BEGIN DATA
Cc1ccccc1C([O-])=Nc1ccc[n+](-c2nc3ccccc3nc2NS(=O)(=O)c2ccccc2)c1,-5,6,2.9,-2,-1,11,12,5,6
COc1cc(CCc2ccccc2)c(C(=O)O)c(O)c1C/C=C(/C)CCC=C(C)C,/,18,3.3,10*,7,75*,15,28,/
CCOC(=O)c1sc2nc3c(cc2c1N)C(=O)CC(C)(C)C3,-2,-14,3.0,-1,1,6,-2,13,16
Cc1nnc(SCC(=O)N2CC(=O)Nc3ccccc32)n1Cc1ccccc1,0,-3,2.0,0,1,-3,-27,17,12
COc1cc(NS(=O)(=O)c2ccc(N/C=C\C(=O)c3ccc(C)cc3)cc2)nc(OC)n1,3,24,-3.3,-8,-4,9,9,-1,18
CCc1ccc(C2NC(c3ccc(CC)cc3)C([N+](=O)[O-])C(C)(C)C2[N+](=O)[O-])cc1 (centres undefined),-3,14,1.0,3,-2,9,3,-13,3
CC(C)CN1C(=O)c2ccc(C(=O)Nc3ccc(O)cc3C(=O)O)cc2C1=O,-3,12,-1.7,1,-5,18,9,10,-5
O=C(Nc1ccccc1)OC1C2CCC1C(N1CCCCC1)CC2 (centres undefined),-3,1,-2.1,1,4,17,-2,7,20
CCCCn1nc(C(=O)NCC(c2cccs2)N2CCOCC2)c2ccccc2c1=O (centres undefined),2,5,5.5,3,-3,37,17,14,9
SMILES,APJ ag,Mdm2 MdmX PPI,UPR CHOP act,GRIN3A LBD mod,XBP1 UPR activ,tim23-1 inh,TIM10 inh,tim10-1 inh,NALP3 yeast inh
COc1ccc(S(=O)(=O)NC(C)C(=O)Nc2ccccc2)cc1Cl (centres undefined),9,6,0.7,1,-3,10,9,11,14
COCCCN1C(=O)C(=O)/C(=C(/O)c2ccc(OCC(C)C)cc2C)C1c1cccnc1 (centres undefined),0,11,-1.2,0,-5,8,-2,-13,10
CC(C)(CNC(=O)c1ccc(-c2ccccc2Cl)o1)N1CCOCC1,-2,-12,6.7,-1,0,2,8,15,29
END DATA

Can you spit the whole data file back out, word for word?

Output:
Cc1ccccc1C([O-])=Nc1ccc[n+](-c2nc3ccccc3nc2NS(=O)(=O)c2ccccc2)c1,-5,6,2.9,-2,-1,11,12,5,6
COc1cc(CCc2ccccc2)c(C(=O)O)c(O)c1C/C=C(/C)CCC=C(C)C,/,18,3.3,10*,7,75*,15,28,/
CCOC(=O)c1sc2nc3c(cc2c1N)C(=O)CC(C)(C)C3,-2,-14,3.0,-1,1,6,-2,13,16
Cc1nnc(SCC(=O)N2CC(=O)Nc3ccccc32)n1Cc1ccccc1,0,-3,2.0,0,1,-3,-27,17,12
COc1cc(NS(=O)(=O)c2ccc(N/C=C\C(=O)c3ccc(C)cc3)cc2)nc(OC)n1,3,24,-3.3,-8,-4,9,9,-1,18
CCc1ccc(C2NC(c3ccc(CC)cc3)C([N+](=O)[O-])C(C)(C)C2[N+](=O)[O-])cc1 (centres undefined),-3,14,1.0,3,-2,9,3,-13,3
CC(C)CN1C(=O)c2ccc(C(=O)Nc3ccc(O)cc3C(=O)O)cc2C1=O,-3,12,-1.7,1,-5,18,9,10,-5
O=C(Nc1ccccc1)OC1C2CCC1C(N1CCCCC1)CC2 (centres undefined),-3,1,-2.1,1,4,17,-2,7,20
CCCCn1nc(C(=O)NCC(c2cccs2)N2CCOCC2)c2ccccc2c1=O (centres undefined),2,5,5.5,3,-3,37,17,14,9
SMILES,APJ ag,Mdm2 MdmX PPI,UPR CHOP act,GRIN3A LBD mod,XBP1 UPR activ,tim23-1 inh,TIM10 inh,tim10-1 inh,NALP3 yeast inh
COc1ccc(S(=O)(=O)NC(C)C(=O)Nc2ccccc2)cc1Cl (centres undefined),9,6,0.7,1,-3,10,9,11,14
COCCCN1C(=O)C(=O)/C(=C(/O)c2ccc(OCC(C)C)cc2C)C1c1cccnc1 (centres undefined),0,11,-1.2,0,-5,8,-2,-13,10
CC(C)(CNC(=O)c1ccc(-c2ccccc2Cl)o1)N1CCOCC1,-2,-12,6.7,-1,0,2,8,15,29